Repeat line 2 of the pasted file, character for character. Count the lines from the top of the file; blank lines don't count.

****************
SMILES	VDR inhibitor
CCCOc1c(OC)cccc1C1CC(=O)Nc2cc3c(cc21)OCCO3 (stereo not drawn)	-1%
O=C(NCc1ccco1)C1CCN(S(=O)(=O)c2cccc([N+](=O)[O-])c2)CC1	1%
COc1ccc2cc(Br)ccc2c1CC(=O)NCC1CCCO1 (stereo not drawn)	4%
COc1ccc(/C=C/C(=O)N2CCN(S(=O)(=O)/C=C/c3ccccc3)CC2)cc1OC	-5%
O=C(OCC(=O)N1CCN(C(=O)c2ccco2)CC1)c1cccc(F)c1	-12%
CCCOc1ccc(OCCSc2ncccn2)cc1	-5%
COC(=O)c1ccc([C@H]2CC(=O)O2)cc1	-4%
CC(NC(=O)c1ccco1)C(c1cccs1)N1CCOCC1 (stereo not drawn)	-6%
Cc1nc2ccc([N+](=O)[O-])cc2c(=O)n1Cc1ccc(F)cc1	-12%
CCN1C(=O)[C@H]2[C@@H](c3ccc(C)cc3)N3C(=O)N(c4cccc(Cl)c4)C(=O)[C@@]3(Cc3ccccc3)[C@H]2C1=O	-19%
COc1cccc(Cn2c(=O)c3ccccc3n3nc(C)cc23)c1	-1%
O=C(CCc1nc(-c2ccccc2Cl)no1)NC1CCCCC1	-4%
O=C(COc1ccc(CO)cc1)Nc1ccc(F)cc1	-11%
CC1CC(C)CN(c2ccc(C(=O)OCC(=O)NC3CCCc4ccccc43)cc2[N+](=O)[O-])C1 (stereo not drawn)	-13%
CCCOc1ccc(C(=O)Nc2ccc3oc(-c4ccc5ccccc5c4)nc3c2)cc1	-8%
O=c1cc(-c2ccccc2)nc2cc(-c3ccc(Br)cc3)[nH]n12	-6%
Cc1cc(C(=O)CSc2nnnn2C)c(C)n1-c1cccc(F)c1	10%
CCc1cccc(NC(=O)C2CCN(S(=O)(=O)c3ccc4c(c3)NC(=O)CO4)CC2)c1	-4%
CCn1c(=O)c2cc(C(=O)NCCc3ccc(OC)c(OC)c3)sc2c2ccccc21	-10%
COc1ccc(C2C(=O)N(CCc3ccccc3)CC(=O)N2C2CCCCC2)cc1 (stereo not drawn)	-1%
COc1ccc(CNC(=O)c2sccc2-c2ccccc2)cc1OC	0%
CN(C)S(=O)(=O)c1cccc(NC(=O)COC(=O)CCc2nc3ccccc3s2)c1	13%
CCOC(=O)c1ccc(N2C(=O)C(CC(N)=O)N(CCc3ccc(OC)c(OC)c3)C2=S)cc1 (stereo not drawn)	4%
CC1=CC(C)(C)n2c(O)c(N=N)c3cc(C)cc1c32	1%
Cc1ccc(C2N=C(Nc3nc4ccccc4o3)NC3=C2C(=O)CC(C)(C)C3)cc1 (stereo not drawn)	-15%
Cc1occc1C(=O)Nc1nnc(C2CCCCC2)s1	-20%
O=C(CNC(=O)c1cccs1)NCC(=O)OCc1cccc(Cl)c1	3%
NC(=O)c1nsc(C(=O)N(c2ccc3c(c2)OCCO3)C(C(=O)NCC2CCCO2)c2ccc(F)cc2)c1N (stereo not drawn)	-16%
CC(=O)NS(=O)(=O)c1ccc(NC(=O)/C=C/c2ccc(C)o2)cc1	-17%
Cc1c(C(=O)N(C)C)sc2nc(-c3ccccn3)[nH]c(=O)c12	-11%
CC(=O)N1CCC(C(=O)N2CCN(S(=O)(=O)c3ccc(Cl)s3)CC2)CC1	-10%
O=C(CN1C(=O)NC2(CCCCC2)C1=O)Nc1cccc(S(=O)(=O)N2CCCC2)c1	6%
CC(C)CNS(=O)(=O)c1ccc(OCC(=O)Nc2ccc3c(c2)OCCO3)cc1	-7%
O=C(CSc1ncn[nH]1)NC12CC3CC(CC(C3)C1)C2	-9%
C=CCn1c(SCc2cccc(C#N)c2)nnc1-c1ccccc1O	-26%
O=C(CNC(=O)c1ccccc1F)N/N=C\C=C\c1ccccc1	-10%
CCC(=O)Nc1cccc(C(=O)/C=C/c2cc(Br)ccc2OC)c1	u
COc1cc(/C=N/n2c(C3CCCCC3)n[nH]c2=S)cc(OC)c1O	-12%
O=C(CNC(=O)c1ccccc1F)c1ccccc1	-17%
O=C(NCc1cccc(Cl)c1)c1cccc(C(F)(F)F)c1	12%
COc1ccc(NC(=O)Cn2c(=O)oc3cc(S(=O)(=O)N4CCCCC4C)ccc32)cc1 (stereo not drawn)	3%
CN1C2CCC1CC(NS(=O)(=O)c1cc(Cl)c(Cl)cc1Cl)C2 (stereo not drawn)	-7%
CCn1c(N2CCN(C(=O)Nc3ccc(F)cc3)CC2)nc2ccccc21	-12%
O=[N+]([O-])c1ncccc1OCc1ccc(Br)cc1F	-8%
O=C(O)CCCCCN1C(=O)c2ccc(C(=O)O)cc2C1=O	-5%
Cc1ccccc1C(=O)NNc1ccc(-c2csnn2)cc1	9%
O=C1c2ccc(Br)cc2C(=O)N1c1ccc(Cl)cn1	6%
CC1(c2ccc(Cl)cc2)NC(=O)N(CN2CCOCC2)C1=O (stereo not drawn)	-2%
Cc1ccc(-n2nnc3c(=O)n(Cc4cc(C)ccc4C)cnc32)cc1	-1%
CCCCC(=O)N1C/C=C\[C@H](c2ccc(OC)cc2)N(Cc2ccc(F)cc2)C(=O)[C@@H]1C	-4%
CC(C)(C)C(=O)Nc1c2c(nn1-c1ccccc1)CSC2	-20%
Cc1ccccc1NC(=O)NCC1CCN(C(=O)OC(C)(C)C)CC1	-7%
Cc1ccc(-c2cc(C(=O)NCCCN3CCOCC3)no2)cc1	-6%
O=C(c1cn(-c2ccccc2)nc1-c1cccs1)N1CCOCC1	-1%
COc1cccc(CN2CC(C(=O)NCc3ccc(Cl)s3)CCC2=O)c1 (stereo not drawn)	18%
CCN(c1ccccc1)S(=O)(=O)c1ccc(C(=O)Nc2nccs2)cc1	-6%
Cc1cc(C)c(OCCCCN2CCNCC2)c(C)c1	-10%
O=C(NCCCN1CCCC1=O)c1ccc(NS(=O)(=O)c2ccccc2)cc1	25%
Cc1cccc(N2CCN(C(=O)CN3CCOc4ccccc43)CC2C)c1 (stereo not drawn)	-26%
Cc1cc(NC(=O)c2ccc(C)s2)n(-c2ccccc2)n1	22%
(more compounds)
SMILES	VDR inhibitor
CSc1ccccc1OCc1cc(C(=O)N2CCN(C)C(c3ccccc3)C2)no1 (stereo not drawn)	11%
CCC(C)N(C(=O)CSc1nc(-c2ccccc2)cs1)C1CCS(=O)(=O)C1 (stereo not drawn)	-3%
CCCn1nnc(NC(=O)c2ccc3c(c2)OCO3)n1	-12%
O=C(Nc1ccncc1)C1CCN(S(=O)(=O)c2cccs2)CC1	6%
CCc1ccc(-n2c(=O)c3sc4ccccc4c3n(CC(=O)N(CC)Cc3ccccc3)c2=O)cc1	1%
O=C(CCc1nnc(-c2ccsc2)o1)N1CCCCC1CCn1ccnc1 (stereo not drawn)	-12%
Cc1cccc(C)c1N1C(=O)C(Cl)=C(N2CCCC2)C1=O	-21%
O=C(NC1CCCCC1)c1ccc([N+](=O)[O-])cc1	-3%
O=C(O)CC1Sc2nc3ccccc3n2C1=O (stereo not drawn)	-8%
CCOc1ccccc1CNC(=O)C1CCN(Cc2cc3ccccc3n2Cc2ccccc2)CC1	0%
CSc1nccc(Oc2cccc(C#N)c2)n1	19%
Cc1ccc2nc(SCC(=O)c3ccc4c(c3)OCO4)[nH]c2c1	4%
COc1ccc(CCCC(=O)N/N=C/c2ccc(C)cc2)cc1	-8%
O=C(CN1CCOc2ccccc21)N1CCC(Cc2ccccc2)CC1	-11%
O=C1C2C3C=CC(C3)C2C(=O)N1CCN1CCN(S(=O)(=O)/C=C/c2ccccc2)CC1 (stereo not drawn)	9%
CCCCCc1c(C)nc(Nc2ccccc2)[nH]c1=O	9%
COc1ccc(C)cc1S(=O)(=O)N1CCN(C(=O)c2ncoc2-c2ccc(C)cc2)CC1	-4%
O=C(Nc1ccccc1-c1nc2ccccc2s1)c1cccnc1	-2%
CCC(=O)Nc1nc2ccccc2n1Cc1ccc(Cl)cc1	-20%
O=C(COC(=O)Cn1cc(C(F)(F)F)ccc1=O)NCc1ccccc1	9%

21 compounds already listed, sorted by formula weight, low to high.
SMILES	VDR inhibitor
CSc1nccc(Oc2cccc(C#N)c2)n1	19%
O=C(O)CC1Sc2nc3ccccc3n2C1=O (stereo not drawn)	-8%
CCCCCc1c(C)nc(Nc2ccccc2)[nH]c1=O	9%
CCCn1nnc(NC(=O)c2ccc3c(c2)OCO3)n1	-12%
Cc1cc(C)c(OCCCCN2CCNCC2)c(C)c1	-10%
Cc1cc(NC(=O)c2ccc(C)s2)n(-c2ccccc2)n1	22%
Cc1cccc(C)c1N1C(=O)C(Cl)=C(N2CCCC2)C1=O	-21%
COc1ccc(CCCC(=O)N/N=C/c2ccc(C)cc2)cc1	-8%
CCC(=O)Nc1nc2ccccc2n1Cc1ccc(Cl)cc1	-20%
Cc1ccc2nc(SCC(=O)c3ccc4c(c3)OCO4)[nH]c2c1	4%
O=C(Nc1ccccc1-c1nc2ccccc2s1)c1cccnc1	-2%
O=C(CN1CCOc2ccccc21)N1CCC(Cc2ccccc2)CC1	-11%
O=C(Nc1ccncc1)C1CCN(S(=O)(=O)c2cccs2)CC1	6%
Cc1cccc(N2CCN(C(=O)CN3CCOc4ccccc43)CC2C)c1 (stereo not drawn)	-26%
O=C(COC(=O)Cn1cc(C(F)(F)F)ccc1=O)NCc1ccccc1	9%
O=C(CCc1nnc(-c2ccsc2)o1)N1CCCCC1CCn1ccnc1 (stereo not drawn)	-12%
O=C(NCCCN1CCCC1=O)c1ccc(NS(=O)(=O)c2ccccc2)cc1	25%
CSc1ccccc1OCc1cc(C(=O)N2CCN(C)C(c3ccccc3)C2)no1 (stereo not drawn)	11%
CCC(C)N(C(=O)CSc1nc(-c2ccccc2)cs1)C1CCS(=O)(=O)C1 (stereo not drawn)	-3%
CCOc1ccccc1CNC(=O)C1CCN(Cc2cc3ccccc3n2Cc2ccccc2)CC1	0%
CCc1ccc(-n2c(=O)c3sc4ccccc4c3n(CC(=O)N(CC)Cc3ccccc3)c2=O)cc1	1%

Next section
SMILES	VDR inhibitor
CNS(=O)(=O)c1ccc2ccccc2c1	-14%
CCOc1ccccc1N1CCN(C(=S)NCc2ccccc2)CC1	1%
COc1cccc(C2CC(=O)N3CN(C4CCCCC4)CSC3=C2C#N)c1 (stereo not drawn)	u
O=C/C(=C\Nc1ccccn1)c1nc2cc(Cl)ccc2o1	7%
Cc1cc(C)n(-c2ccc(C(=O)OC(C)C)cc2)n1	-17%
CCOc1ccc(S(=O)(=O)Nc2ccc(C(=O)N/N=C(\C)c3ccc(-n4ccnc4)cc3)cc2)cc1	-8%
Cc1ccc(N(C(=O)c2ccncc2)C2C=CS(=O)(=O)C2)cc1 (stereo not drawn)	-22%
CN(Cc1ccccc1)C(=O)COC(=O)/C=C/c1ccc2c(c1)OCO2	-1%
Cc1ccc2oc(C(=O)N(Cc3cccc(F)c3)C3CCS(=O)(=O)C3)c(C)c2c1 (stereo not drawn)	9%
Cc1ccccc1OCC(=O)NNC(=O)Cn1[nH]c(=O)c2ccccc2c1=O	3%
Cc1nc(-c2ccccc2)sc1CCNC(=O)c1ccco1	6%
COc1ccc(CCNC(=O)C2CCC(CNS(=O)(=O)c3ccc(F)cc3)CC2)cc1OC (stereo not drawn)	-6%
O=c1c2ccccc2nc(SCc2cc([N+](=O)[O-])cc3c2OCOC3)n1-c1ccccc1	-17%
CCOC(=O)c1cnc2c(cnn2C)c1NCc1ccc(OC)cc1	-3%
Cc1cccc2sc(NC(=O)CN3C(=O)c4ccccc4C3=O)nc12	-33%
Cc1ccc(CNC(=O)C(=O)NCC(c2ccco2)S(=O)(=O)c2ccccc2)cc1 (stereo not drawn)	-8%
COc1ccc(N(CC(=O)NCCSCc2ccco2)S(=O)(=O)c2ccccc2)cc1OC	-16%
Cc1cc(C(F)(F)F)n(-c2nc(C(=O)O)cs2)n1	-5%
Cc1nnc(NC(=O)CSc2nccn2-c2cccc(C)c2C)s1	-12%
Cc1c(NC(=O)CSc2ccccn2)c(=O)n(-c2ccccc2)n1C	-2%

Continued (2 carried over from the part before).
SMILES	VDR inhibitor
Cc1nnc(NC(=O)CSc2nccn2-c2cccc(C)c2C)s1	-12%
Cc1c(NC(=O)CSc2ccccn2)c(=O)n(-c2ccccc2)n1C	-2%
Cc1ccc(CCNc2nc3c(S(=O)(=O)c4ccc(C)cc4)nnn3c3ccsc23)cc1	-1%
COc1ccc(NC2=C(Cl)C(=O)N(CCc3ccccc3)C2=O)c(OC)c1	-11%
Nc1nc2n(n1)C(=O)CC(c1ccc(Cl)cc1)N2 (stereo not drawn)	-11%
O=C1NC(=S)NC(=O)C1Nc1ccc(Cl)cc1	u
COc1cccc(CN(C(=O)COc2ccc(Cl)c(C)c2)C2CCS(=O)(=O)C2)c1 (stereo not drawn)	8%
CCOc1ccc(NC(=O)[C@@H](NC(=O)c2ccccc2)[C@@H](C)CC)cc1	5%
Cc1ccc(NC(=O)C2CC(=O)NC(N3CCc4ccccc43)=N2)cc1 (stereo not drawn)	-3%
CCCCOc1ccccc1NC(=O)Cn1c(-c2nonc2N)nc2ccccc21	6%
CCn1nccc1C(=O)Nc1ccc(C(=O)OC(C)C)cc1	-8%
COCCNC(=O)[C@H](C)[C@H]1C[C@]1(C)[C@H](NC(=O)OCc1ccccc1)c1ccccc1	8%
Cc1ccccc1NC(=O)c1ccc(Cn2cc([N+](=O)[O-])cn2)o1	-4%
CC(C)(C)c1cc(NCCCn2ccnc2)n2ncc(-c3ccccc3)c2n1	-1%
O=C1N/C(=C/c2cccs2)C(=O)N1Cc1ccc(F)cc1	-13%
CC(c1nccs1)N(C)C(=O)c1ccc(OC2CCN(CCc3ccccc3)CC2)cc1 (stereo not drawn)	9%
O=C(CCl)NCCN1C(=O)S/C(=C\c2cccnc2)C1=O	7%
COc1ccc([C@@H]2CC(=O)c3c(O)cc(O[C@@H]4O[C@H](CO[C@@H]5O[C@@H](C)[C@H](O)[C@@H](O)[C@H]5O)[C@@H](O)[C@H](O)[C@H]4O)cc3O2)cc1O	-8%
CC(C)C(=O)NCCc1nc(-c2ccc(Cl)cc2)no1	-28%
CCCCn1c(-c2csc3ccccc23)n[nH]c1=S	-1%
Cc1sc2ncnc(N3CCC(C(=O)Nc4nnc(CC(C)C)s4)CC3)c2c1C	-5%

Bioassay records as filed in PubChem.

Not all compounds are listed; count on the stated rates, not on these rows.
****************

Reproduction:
CCCOc1c(OC)cccc1C1CC(=O)Nc2cc3c(cc21)OCCO3 (stereo not drawn)	-1%